“When I first read this in middle school, Ella was the first narrator I’d ever met who could break your heart and make you laugh on the same page. She’s so plucky and brave and hilarious — my inner middle schooler still wants to be her. Plus, what a well-done twist on the Cinderella story: The unicorn hair soup! The fairy who keeps accidentally cursing people!! CHAR!! I probably reread this once a year and have done extensive research on time travel so I can go back to 2004 to prevent Hollywood from ruining it turning it into a movie. Sorry. . . am I gushing?!” – Christina Wolfgram, video producer

The Art of Racing in the Rain by Garth Stein


“My favorite book, hands down, is The Art of Racing in the Rain by Garth Stein. It follows a man’s journey through adulthood and all the stress, excitement, love, and tragedy that comes with it. The book is narrated in the most endearing way possible, through the innocent voice of the man’s pet dog Enzo. If you have a fur baby of your own, I guarantee you will be crying by the end of it!” -Bryanna Goecke, account executive

Sabriel by Garth Nix


“My heart will always be with YA fantasy fiction regardless, but Sabriel (and the rest of the books in Nix’s Abhorsen series) is a cut above. This tale of a schoolgirl who learns that she’s a necromancer (!!!) charged with protecting a secret kingdom hidden from the rest of her world (!!!!!) was so formative to how I started to view storytelling as not just something to enjoy, but as a means of delivering deeper messages — in this case, about family, destiny, and especially death. I’m getting worked up just thinking about it. . . God, I love this book so much. SO MUCH.” –Lilian Min, associate editor

The Princess Bride by William Goldman


“Because it is PHENOMENAL and I think the only time in history where I have a tough time deciding between what is better, the movie or the book. I also really love the way the book is set up, since it’s like a story within a story, within a story. I also usually shy away from ~love~ stories, but TPB is basically every genre rolled into one.” –Rachel Paige, staff writer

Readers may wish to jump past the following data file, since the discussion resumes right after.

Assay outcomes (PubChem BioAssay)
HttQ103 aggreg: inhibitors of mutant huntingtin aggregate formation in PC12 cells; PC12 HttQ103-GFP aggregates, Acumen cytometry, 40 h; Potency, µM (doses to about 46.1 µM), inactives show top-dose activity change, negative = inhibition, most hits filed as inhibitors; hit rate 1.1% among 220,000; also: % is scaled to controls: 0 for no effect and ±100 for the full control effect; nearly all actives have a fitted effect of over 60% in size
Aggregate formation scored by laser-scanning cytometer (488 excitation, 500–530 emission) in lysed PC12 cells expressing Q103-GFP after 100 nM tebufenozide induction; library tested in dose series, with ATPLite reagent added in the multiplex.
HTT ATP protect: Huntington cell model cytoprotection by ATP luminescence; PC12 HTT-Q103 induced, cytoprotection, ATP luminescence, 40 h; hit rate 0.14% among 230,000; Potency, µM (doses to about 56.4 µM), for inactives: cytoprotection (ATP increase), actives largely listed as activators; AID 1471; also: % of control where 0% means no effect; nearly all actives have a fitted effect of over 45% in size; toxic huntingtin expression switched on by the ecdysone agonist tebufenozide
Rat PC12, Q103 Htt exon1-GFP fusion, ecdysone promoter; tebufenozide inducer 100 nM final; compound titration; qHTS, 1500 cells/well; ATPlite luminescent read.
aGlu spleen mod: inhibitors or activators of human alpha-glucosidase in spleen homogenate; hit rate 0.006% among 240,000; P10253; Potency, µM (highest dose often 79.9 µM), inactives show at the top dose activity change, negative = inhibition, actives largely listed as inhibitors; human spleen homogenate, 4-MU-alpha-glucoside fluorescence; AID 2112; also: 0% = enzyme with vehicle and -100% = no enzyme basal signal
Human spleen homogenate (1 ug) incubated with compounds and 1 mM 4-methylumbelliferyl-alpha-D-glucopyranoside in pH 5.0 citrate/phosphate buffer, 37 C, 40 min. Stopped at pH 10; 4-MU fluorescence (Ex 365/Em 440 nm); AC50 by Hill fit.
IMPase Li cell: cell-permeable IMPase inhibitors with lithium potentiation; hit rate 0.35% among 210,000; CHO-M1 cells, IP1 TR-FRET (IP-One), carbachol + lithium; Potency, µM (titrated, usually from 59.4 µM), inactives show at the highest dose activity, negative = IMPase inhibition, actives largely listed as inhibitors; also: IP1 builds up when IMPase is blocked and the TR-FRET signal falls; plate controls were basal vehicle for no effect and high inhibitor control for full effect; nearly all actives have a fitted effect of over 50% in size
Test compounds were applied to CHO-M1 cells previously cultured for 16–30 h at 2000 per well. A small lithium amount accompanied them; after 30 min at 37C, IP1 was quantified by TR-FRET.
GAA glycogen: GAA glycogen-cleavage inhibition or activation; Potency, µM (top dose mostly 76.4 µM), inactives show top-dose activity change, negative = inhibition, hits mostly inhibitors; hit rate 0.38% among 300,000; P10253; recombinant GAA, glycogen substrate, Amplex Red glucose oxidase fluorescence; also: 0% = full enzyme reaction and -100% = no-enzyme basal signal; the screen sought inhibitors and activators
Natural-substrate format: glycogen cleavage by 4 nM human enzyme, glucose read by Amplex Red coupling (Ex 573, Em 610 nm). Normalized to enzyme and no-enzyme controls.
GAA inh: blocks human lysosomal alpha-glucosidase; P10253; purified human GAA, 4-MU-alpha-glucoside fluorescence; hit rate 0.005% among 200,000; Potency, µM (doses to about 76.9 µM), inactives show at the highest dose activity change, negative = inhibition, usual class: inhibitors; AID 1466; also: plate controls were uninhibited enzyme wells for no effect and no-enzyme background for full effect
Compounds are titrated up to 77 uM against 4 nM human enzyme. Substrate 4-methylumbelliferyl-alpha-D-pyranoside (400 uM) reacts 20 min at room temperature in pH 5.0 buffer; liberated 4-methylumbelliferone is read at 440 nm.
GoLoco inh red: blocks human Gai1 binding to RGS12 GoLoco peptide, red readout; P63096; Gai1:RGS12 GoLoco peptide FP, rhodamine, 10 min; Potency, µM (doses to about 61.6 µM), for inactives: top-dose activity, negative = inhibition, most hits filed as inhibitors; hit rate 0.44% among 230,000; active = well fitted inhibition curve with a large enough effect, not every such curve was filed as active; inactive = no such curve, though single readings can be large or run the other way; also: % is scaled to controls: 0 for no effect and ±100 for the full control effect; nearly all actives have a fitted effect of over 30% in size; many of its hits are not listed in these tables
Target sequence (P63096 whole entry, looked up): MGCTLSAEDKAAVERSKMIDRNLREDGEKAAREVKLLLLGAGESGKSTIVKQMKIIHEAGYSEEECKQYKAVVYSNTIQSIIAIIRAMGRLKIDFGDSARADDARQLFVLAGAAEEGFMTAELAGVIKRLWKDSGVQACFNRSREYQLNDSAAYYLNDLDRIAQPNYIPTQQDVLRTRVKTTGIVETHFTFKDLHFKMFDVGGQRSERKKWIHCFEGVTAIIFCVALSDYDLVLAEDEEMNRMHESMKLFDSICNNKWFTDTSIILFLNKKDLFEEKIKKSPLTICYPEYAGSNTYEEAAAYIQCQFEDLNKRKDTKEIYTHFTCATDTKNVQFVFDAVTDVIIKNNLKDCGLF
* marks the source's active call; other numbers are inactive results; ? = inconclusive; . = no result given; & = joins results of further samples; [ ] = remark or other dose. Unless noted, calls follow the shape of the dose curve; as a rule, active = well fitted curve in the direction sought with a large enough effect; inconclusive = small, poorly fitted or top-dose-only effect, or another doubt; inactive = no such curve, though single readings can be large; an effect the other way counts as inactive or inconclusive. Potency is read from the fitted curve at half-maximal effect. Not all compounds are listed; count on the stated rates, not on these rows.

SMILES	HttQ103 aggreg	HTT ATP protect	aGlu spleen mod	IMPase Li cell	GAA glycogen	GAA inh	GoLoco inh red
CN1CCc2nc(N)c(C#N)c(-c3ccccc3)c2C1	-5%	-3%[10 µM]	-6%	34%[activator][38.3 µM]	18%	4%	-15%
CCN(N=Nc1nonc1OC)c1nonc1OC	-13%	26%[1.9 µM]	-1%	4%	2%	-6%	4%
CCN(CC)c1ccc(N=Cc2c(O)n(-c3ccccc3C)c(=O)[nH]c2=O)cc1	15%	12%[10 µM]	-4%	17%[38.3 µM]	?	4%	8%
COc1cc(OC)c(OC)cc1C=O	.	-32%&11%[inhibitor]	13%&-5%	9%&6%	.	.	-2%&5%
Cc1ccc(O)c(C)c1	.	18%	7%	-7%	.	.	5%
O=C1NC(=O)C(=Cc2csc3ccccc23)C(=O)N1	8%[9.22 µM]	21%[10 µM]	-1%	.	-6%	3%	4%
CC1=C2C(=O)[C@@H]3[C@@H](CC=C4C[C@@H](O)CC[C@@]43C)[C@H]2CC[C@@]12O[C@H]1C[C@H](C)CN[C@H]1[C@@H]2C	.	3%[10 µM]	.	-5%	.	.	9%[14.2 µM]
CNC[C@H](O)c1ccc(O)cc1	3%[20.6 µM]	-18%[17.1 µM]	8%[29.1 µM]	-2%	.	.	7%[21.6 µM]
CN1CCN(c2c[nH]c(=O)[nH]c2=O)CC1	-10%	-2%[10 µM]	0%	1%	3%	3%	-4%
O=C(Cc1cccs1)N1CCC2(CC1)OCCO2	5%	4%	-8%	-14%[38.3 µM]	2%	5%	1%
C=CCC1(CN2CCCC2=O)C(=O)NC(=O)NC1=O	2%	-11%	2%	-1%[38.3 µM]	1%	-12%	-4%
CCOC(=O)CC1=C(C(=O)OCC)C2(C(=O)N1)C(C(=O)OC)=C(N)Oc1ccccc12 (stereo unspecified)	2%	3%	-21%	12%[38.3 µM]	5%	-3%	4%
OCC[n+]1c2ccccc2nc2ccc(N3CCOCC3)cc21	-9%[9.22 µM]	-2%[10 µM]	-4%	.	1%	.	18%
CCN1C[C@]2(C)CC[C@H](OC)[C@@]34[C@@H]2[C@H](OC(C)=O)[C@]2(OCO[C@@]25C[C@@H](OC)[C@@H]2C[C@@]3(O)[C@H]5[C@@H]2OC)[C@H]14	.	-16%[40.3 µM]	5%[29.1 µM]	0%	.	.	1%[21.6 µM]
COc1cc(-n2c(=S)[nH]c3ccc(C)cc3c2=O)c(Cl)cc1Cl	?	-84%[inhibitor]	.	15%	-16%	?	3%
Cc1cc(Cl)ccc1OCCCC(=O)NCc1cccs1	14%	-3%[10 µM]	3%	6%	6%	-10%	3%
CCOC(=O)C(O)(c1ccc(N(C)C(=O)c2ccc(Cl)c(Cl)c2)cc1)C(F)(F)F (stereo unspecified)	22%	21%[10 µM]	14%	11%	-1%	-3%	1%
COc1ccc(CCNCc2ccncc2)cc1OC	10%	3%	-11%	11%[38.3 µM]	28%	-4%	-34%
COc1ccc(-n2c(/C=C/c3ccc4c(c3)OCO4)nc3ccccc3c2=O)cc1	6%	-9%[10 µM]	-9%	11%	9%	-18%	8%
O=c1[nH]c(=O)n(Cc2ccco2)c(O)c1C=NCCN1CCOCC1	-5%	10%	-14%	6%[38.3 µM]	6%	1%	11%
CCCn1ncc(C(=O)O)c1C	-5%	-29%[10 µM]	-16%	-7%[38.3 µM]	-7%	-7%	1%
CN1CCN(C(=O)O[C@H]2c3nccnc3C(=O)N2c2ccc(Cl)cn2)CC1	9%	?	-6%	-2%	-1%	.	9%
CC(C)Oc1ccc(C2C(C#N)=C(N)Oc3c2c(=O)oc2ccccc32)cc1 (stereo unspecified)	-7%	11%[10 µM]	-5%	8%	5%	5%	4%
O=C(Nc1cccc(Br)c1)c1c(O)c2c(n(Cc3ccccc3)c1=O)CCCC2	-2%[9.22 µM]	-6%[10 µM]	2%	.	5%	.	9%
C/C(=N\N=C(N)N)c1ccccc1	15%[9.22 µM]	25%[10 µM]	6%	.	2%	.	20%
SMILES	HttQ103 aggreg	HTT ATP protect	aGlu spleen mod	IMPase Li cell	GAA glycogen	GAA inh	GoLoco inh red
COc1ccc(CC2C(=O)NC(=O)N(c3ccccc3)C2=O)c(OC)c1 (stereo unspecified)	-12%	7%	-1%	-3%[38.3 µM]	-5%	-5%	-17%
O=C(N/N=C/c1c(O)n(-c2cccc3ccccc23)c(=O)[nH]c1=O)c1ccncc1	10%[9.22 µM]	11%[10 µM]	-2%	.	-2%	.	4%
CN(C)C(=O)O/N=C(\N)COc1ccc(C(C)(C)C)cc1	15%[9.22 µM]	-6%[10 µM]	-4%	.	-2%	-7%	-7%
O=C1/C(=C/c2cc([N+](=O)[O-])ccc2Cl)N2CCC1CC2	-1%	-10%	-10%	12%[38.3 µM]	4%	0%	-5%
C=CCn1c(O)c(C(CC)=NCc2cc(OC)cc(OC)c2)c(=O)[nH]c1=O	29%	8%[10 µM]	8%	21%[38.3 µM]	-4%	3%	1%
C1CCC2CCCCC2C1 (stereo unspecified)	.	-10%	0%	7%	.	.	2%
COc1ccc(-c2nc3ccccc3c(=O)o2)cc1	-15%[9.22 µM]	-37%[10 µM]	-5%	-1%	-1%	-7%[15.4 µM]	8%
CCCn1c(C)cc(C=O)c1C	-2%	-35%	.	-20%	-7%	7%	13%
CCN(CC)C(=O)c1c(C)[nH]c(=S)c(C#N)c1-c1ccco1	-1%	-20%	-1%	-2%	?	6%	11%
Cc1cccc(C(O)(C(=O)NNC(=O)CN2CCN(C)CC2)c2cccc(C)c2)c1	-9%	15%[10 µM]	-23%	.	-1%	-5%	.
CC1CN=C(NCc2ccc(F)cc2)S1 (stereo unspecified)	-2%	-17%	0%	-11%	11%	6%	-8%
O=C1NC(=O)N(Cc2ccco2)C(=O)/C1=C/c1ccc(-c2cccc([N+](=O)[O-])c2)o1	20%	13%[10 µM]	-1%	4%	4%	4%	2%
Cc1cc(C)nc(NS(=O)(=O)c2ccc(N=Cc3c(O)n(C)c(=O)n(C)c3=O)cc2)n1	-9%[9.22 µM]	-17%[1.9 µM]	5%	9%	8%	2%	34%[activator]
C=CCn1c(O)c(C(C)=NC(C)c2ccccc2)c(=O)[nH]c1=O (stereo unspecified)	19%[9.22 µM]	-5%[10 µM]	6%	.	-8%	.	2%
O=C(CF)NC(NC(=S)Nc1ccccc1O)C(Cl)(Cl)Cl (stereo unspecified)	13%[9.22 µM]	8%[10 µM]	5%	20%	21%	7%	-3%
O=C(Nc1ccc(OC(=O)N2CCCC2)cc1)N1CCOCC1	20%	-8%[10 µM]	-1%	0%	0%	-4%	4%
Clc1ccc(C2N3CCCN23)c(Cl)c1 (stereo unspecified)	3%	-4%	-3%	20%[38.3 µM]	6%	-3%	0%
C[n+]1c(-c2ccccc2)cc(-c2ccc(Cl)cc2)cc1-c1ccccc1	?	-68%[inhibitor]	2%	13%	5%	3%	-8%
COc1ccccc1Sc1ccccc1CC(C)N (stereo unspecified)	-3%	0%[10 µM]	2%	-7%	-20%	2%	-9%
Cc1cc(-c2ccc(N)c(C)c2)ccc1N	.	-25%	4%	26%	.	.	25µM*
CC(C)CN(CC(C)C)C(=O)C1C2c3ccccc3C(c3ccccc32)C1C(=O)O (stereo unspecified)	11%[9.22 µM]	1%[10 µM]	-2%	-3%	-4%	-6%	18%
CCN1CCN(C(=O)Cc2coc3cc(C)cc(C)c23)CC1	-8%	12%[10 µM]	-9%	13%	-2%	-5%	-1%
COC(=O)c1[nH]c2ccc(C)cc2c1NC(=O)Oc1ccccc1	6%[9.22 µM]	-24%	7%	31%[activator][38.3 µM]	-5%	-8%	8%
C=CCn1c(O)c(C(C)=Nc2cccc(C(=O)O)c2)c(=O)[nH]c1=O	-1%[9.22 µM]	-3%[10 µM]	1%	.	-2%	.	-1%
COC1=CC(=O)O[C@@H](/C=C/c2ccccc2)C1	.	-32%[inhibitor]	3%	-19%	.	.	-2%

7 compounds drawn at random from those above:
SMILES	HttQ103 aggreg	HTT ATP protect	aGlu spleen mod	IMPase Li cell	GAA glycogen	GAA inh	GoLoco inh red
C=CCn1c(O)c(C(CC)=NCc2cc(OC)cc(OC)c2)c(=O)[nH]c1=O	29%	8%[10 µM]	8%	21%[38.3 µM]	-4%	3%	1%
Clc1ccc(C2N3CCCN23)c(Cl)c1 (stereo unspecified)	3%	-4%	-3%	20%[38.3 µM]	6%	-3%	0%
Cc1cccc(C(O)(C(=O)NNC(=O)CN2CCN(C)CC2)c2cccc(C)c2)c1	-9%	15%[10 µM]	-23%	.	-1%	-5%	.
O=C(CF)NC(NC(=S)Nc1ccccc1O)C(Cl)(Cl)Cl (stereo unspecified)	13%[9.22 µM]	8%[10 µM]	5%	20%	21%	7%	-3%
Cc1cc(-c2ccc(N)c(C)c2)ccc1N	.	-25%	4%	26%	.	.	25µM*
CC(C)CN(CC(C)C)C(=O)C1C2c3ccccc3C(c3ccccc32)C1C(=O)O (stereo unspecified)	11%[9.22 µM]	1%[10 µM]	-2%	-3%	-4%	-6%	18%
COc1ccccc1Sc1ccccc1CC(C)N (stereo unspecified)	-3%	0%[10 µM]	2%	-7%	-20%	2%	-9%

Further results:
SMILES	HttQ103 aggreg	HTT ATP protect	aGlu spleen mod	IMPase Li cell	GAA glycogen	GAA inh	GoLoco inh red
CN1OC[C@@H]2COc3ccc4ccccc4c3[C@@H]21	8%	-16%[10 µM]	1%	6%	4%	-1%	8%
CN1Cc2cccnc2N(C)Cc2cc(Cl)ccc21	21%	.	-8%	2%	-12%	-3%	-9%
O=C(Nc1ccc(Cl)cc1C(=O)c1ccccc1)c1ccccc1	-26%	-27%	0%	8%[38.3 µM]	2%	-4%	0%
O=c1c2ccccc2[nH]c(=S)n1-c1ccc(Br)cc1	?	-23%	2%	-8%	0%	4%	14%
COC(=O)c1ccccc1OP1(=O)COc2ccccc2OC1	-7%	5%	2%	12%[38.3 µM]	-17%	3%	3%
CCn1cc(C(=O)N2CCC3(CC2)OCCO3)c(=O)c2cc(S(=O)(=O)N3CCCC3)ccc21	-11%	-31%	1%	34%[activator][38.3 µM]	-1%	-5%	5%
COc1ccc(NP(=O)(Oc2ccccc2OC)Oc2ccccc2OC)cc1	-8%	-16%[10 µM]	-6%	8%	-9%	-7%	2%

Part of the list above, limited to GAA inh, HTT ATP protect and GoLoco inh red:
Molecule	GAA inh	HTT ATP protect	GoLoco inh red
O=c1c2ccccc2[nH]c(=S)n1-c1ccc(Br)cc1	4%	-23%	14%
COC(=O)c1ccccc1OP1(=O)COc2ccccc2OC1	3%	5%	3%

The Return of the King by J. R. R. Tolkien


I actually try not to reread it, because sometimes just thinking about it makes me burst into tears. The ending is just sobeautiful, and I find myself rereading the last few chapters again and again, because I think it’s absolutely the most perfect ending to any story ever. –Rachel Paige, staff writer

Is Everyone Hanging Out Without Me? by Mindy Kaling


“Because that book is like my best friend.” –Rachel Paige, staff writer

Weetzie Bat by Francesca Lia Block


Weetzie Bat by Francesca Lia Block inspired me so much since reading it as a teenager: ‘He kissed her. A kiss about apple pie a la mode with the vanilla creaminess melting in the pie heat. A kiss about chocolate, when you haven’t eaten chocolate in a year. A kiss about palm trees speeding by, trailing pink clouds when you drive down the Strip sizzling with champagne. A kiss about spotlights fanning the sky and the swollen sea spilling like tears all over your legs.’ I’m still like, WAH!!!!!” –Marie Lodi, staff writer

The Phantom Tollbooth by Norton Juster


“​I could reread The Phantom Tollbooth by Norton Juster again and again. It’s the first book I really fell in love with — it showed me that wordplay could truly be fun, and that the same word could have wildly different meanings. It also showed me that just through reading, you could dive into a whole different world, and it made me want to become a writer.” –Rosemary Donahue, editorial intern